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The Times
Contributed by Mary Heaphy

April 1847

The Orkney Property In Tipperary.
The speech delivered by Captain Fitzmaurice in the debate on the third
reading of the Irish Poor Law Bill, and the statements therein made with
respect to the Earl of Orkney's property in Tipperary, have drawn forth a
very remarkable counterstatement in the form of a letter addressed to the
gallant member, by Mr. Trant of Dovea, a gentleman who has recently filled
the office of high-sheriff of the county in which the estates in question
are situate. The letter is subjoined; and it will, perhaps, be admitted that
the revelations here made are not the least curious that have been brought
to light by the extraordinary circumstances of the times.

Dovea, Thurles, April 21st. 1847.
"Sir,-Having seen in the Dublin Evening Mail of the 19th inst, the report of
a speech made by you, on the 15th inst, in the House of Commons, I think it
but right to give you some more accurate information than you seem to be in
possession of as to the state of your brother's (The Earl of Orkney)
property in this neighbourhood. In that speech if correctly reported, you
say-'At the very moment the attack was made , his (Captain Fitzmaurice)
brother (Earl of Orkney) though not in Ireland, had instructed his agents to
draw for any reasonable amount of funds the meet the emergency which
existed; means were afforded to two tenants to sow their land, and by the
course pursued, not a single labourer on his brother's property had applied
for employment under the officers of the Board of Works.'. In the above
speech you allege three distinct facts-
1. That the agent was instructed to draw for any reasonable amount of funds
to meet the emergency that existed.
2. Means were afforded to two tenants to sow their lands.
3. That by the course pursued not a single labourer on your brother's
property had applied for employment under the officers of the Board of
"In the first place; I can show you that your primary assertion, though
strong, and perhaps sufficient to satisfy an indifferent listener, is
inconsistent with the fact that the poor relief committee of the electoral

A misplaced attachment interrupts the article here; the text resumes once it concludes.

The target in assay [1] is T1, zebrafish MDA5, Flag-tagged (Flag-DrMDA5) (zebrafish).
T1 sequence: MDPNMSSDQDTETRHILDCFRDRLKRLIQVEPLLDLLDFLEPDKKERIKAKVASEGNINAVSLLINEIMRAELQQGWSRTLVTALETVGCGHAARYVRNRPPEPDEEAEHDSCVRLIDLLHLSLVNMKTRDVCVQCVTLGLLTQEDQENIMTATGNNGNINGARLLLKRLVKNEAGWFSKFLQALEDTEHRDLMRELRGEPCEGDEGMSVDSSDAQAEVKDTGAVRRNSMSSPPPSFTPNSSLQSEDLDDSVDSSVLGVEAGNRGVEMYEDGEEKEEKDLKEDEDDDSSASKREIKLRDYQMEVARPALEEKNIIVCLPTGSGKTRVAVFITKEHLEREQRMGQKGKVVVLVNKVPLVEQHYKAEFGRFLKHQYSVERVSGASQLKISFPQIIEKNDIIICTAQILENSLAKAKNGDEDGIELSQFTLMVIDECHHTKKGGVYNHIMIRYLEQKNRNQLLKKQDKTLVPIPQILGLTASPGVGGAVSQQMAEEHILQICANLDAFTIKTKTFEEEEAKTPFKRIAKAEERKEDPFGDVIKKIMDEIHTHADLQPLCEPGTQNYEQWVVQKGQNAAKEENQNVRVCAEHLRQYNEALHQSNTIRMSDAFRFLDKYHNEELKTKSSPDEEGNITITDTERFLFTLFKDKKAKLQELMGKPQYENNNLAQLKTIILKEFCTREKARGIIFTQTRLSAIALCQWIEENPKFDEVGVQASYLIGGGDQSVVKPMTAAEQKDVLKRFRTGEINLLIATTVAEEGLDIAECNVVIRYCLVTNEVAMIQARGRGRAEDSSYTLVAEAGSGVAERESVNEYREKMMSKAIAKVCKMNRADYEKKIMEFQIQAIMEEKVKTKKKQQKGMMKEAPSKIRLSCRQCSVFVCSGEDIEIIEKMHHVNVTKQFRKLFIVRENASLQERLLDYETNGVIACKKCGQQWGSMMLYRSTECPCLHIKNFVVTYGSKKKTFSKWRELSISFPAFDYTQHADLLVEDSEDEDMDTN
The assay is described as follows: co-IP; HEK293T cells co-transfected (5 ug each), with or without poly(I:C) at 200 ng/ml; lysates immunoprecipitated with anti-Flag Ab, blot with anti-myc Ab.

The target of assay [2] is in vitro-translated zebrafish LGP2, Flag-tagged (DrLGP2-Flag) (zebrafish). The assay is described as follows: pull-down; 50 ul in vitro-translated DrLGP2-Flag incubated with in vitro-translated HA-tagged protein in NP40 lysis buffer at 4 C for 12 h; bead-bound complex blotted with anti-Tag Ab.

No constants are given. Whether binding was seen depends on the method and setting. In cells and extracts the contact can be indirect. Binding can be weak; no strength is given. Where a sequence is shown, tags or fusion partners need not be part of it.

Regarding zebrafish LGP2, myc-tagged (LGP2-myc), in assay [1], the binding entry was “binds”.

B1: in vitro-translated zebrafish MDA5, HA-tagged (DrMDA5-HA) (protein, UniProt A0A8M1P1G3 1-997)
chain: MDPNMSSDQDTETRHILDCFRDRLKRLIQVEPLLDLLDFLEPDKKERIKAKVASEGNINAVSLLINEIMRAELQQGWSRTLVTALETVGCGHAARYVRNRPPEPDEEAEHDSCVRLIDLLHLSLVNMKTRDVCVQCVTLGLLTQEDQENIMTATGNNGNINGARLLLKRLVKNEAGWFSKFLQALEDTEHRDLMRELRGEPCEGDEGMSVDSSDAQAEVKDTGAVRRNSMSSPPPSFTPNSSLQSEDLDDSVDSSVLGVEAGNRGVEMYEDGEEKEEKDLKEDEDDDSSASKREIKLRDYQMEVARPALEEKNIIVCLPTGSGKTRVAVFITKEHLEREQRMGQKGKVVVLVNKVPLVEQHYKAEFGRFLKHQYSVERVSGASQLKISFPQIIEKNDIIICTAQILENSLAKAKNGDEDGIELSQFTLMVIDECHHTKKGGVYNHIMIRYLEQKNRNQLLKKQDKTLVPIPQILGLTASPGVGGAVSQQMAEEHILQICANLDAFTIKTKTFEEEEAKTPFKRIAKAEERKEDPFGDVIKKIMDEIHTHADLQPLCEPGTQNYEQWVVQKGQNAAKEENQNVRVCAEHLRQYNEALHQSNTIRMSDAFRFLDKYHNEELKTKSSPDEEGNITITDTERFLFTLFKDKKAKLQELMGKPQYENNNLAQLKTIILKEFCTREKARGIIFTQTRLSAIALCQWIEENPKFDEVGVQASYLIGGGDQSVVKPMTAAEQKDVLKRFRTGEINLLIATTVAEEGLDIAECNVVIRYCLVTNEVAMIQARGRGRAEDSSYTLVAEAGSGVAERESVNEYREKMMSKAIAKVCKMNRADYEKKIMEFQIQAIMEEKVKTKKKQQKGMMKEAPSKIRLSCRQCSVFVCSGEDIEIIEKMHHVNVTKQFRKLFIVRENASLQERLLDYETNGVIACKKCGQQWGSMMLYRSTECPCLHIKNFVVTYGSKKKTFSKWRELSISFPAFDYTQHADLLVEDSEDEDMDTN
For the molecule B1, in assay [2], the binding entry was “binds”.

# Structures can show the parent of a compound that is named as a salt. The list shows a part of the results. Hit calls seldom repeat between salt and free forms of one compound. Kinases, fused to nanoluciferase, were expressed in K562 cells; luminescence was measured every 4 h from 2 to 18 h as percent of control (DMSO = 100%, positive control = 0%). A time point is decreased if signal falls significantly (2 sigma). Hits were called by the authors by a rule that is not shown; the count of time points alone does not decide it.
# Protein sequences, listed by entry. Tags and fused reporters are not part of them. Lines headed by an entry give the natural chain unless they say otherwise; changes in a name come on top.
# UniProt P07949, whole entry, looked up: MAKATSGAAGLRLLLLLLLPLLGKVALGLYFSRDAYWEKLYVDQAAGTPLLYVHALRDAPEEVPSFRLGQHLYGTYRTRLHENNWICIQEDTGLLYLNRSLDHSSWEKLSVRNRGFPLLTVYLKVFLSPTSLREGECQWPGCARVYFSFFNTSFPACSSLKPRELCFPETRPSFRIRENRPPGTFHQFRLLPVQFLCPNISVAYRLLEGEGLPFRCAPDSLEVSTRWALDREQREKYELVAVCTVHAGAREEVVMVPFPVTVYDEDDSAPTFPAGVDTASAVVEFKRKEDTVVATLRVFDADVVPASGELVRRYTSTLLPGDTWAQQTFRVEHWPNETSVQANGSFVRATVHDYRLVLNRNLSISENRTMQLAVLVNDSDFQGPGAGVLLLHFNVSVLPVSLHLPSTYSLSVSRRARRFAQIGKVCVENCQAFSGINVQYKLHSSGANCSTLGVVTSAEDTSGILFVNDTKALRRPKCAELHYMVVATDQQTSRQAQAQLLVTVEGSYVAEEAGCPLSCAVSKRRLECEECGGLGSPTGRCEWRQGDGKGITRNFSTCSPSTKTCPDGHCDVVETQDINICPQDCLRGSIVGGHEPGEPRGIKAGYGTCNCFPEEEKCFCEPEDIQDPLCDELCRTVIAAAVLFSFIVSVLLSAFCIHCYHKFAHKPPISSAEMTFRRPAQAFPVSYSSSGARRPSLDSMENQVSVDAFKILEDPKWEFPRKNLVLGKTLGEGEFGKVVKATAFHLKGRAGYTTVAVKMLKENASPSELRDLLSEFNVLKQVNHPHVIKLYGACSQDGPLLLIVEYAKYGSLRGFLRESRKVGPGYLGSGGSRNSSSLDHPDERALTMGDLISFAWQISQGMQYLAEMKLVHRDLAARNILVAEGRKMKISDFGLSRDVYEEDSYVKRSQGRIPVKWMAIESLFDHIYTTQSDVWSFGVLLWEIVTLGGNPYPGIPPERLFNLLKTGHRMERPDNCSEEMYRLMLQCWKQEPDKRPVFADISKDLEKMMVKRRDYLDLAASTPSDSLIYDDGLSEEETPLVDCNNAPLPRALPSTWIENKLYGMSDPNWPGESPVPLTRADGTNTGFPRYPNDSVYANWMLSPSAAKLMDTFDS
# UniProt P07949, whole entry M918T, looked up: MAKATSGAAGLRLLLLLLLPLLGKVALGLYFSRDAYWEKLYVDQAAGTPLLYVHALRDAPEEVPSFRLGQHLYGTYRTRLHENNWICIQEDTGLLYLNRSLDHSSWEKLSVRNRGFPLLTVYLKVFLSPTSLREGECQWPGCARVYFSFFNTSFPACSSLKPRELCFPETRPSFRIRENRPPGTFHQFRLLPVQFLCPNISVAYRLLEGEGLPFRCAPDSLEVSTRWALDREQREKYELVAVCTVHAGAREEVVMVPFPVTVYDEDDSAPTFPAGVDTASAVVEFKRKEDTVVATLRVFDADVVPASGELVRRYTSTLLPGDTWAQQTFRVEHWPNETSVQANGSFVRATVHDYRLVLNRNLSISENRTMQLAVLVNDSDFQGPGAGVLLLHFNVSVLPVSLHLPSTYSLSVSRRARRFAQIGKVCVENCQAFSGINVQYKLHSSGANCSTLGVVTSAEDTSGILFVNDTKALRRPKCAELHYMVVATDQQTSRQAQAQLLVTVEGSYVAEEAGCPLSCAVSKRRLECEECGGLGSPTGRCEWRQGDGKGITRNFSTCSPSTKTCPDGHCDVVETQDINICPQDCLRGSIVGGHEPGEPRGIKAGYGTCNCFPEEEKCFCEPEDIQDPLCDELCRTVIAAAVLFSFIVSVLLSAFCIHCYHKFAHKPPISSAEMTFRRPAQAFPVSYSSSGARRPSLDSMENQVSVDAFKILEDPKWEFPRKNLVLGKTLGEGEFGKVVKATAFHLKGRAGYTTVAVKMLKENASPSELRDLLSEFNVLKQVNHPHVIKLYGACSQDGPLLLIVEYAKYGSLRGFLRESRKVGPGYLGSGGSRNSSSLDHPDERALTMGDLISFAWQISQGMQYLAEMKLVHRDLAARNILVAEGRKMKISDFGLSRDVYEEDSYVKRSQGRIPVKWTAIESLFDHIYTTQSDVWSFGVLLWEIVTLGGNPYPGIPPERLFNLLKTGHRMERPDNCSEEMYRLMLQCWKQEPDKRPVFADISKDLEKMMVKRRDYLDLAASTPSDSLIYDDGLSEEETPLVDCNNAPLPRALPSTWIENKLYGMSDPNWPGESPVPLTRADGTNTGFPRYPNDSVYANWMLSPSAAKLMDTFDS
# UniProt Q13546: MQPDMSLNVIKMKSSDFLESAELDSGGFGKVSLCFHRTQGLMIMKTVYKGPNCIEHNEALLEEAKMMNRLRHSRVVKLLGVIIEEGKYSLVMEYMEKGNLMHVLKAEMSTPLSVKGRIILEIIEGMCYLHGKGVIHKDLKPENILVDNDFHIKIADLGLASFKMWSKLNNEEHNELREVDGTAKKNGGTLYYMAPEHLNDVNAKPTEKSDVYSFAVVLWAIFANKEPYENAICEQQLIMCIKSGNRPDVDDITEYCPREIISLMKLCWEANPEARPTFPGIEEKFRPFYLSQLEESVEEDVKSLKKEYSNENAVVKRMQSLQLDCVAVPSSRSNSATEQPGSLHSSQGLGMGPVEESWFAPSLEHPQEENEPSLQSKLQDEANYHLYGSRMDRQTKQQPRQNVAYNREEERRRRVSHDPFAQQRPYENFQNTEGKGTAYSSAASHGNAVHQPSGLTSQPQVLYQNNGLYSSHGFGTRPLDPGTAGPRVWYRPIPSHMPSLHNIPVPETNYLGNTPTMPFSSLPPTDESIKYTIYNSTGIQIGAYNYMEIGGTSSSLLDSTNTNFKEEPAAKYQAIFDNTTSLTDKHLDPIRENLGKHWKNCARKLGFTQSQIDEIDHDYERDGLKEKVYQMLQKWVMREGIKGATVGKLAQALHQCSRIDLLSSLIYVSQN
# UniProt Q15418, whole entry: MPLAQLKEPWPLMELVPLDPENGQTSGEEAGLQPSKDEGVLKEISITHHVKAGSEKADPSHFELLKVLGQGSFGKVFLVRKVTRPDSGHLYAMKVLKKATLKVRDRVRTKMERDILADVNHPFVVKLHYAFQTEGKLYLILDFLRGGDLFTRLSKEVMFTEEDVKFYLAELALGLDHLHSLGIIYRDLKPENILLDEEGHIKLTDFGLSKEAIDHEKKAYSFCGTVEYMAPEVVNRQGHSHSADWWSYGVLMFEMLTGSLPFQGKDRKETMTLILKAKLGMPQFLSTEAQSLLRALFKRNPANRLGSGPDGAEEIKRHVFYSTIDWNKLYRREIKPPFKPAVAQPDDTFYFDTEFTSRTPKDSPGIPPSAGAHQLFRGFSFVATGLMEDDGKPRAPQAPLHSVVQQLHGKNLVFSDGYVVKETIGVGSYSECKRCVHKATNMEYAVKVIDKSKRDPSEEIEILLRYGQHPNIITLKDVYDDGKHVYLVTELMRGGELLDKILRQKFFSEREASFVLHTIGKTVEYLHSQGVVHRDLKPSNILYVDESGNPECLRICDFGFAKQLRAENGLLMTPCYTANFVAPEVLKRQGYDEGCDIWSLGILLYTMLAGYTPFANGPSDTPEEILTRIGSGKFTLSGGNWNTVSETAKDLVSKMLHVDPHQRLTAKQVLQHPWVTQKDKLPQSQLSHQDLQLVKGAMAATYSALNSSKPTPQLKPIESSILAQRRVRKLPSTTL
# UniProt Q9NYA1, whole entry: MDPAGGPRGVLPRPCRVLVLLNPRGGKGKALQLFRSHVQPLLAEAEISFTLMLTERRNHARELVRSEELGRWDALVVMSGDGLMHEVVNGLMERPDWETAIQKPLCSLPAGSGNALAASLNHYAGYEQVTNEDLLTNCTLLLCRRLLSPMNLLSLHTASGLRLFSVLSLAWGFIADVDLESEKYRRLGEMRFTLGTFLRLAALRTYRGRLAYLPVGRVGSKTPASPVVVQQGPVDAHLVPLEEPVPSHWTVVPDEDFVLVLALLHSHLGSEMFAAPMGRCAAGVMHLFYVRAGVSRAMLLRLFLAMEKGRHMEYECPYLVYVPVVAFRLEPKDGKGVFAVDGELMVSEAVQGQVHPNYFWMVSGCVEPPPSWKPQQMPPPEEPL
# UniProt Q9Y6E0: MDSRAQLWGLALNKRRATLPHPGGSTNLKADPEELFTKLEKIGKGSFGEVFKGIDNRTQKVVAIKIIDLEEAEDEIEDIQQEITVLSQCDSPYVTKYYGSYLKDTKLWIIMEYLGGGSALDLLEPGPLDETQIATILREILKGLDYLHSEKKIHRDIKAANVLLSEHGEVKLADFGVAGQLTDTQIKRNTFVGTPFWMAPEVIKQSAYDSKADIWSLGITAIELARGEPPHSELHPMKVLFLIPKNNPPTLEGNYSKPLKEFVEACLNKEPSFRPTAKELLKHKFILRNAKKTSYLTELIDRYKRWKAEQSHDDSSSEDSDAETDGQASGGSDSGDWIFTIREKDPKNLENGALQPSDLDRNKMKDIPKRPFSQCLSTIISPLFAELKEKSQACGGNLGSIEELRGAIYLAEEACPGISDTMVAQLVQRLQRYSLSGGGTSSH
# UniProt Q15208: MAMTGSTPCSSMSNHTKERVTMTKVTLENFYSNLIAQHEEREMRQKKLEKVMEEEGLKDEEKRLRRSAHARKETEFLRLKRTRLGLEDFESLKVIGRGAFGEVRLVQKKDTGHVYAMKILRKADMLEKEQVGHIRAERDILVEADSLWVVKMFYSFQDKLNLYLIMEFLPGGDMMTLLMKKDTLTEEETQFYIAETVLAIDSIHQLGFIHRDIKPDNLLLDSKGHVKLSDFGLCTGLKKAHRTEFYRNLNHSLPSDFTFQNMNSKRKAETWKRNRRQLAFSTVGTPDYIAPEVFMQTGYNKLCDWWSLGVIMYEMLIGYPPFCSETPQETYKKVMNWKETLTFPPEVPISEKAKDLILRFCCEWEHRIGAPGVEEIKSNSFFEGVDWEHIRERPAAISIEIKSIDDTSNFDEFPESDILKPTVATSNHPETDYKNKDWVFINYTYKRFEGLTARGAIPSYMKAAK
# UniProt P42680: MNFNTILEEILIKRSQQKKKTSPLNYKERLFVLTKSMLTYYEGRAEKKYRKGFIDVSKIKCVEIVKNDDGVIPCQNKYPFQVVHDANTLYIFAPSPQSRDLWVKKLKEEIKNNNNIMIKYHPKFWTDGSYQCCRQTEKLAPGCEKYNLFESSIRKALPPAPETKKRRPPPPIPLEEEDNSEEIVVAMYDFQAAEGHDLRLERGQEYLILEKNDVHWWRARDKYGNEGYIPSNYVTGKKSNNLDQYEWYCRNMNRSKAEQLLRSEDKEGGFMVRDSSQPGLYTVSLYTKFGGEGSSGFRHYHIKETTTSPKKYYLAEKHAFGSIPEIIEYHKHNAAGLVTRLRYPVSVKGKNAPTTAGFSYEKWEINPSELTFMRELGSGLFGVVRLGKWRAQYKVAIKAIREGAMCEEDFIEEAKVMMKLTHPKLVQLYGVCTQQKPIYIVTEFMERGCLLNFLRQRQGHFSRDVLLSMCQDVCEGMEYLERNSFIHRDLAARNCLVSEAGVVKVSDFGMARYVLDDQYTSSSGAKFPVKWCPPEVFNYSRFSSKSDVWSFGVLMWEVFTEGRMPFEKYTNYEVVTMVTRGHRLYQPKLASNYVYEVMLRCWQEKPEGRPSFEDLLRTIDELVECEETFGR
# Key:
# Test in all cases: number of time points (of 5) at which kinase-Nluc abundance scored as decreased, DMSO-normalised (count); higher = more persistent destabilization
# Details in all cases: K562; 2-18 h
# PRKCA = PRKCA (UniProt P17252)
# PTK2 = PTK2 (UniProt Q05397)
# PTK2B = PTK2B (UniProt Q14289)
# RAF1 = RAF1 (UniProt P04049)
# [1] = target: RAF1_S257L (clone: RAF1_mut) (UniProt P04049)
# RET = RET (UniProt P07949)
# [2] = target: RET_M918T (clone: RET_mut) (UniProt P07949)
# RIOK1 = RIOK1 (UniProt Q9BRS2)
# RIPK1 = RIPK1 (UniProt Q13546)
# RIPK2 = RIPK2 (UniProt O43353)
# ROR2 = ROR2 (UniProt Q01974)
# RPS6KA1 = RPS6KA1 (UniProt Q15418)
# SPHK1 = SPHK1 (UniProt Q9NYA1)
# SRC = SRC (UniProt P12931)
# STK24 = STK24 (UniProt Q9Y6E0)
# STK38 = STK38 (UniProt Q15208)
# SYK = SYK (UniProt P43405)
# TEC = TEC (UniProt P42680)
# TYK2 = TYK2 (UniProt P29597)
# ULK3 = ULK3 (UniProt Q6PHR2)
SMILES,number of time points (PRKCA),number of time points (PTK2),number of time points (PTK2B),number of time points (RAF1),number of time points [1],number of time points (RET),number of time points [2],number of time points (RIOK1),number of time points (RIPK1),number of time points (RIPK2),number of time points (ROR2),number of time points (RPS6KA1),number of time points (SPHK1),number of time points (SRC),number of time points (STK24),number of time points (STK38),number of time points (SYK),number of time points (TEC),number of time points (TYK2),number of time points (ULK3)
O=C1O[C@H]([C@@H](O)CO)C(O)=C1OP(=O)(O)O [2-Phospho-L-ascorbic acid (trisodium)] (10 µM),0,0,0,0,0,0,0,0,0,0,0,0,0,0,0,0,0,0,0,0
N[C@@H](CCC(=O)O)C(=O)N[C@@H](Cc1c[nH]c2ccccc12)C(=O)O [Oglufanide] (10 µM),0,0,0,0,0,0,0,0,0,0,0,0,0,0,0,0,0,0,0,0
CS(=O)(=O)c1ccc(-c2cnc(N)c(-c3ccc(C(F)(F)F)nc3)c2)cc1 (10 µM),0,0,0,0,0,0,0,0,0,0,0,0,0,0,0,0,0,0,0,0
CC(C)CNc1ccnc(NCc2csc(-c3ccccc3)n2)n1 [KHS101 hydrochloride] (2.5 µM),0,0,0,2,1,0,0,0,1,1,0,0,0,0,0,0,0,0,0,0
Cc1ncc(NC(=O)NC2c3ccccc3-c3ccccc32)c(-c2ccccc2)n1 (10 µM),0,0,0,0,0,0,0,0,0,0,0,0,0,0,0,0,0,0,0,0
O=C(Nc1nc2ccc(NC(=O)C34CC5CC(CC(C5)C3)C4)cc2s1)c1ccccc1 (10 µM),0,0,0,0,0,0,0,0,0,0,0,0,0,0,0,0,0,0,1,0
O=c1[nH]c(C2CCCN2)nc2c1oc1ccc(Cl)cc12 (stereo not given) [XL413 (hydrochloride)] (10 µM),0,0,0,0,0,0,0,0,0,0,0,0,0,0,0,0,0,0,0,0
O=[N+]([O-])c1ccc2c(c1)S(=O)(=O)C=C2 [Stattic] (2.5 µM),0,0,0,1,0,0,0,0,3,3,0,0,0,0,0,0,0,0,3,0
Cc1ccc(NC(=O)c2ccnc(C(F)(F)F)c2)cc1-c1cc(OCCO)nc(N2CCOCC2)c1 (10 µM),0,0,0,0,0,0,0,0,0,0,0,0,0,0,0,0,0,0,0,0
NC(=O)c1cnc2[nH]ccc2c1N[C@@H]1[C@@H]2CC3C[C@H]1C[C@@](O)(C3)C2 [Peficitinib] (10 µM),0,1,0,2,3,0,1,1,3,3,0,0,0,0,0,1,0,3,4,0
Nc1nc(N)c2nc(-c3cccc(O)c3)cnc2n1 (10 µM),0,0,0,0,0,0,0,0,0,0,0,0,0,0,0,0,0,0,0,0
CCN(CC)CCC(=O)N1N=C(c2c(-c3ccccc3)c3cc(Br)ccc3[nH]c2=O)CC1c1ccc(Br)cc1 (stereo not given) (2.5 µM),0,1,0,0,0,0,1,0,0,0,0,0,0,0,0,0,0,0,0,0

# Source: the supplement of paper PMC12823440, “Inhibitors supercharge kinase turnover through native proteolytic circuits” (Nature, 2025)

division of Inch, in the County of Tipperary, in which body I have the
honour to be a member , and where your noble relative has very considerable
property, have for the last two seasons of distress and destitution made
several pressing applications to the Earl of Orkney for a subscription or
donation in aid of the fund, through his agent, Mr. Galway (who, I believe,
resides somewhere in the County of Limerick, about 30 Irish Miles from the
property over which he is agent) and always received a decided refusal up to
last month, when we were forwarded the munificent donation of 10s., but
which we should value at its utmost worth, as I do not think that any other
poor relief committee in whose district he has property has been so
successful. You then state, that means were afforded to two tenants to sow
their lands. I have frequently heard that John Bull was easily gulled; but
that the advocate of the possessor of a rent roll of about 5000s per annum
in this country should calmly state, as a proof of the very considerable
assistance afforded during these times, that means were afforded to two
tenants to sow their lands, is, on the scene of the actual want and misery,
almost incredible, and, in truth, brings discredit on the Imperial
Parliament, and is an argument-one of no light weight -to show the
incapabillity of the English Parliament's being a judge of Irish affairs.
No Irish resident of any class of Society but would smile, were not the
inclination to merriment banished from their minds by the daily sight of
gaunt famine , now not striding through the land, but a recognized
With reference to your third statement 'That not a single labourer on your
brother's property had applied for employment under the officers of the